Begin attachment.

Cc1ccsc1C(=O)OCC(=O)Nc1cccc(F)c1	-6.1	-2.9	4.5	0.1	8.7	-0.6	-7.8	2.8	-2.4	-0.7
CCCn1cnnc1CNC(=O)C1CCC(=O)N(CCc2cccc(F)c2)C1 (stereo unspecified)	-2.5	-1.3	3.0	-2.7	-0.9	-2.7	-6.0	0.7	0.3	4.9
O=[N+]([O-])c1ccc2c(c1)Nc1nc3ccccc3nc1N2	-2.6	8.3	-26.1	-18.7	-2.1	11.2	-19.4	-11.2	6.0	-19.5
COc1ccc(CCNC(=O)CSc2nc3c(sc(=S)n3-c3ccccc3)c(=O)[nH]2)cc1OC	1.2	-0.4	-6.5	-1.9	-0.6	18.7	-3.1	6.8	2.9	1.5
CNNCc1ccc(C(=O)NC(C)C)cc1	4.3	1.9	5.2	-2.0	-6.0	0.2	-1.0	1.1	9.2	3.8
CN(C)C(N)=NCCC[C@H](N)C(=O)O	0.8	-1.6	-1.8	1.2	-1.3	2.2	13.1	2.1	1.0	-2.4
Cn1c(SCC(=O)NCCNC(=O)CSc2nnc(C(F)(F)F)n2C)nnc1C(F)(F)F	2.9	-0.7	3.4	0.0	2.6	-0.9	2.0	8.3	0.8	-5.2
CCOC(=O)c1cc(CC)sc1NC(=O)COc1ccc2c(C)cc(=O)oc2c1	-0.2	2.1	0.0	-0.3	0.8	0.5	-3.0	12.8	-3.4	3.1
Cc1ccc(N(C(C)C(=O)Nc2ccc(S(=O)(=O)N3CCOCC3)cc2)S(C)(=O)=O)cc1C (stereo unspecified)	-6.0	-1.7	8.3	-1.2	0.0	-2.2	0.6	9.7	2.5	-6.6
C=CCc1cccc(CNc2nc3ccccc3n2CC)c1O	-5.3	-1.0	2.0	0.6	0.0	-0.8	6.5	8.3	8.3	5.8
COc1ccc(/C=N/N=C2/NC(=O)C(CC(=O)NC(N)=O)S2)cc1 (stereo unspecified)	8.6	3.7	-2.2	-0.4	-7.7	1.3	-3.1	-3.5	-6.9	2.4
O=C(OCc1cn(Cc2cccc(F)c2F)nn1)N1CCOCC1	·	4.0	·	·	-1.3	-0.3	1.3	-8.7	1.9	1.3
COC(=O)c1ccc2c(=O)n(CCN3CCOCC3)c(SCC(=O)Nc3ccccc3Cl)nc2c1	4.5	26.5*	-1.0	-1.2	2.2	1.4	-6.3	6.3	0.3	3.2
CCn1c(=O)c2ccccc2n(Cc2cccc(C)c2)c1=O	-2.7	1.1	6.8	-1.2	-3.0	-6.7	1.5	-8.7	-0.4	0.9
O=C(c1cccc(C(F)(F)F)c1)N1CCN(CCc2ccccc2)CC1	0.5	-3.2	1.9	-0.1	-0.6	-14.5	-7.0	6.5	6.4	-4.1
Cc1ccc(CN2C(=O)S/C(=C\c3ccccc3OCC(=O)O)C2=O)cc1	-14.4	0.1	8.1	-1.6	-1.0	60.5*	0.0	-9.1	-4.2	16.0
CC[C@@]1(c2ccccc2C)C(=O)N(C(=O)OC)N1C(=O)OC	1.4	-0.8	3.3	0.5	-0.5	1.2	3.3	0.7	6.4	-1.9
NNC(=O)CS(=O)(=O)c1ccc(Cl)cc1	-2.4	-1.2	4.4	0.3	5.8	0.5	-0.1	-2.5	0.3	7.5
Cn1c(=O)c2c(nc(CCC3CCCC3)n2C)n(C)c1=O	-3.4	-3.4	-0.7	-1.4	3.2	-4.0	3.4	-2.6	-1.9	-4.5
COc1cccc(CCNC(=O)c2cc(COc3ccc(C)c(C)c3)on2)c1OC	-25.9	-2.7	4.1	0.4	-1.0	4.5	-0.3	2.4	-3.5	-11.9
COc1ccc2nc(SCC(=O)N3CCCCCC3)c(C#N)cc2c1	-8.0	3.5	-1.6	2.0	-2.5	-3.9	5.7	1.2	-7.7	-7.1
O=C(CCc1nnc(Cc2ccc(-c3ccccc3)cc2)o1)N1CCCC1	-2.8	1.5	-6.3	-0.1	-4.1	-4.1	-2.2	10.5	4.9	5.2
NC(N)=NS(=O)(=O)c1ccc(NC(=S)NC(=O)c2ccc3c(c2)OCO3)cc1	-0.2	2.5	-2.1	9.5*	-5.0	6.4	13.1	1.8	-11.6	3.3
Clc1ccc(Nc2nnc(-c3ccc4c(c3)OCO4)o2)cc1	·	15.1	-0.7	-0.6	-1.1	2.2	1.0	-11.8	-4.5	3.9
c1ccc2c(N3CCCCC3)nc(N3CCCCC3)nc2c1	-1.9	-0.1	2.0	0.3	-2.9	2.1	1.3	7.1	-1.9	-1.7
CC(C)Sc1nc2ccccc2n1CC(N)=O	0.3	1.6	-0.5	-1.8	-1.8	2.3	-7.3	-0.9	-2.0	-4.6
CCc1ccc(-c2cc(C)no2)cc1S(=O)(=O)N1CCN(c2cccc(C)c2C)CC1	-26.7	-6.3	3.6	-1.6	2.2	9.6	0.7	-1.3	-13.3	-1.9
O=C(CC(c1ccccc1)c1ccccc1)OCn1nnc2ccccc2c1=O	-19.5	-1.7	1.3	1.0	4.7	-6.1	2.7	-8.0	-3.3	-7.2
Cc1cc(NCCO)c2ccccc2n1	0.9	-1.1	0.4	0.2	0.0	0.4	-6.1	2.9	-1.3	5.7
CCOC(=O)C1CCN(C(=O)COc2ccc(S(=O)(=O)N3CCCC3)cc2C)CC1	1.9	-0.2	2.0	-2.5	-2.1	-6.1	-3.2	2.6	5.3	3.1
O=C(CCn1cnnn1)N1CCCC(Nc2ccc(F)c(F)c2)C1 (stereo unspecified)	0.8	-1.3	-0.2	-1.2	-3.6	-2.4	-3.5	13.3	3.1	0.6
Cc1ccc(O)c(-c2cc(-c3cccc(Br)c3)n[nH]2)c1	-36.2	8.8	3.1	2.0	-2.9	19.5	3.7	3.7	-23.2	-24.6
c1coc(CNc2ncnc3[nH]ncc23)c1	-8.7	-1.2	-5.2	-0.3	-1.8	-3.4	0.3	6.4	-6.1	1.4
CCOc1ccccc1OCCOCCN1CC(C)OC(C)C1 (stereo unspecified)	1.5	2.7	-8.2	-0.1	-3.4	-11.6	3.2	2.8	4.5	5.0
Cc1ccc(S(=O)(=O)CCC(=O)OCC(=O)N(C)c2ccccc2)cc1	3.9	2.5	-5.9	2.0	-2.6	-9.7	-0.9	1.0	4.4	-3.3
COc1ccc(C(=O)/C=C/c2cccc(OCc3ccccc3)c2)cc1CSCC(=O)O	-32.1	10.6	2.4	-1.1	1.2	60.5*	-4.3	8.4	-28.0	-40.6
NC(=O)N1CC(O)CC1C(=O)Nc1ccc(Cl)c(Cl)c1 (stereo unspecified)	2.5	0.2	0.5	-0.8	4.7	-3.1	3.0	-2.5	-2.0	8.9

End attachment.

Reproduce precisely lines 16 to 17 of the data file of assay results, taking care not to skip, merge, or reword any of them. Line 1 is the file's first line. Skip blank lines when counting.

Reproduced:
Cc1ccc(CN2C(=O)S/C(=C\c3ccccc3OCC(=O)O)C2=O)cc1	-14.4	0.1	8.1	-1.6	-1.0	60.5*	0.0	-9.1	-4.2	16.0
CC[C@@]1(c2ccccc2C)C(=O)N(C(=O)OC)N1C(=O)OC	1.4	-0.8	3.3	0.5	-0.5	1.2	3.3	0.7	6.4	-1.9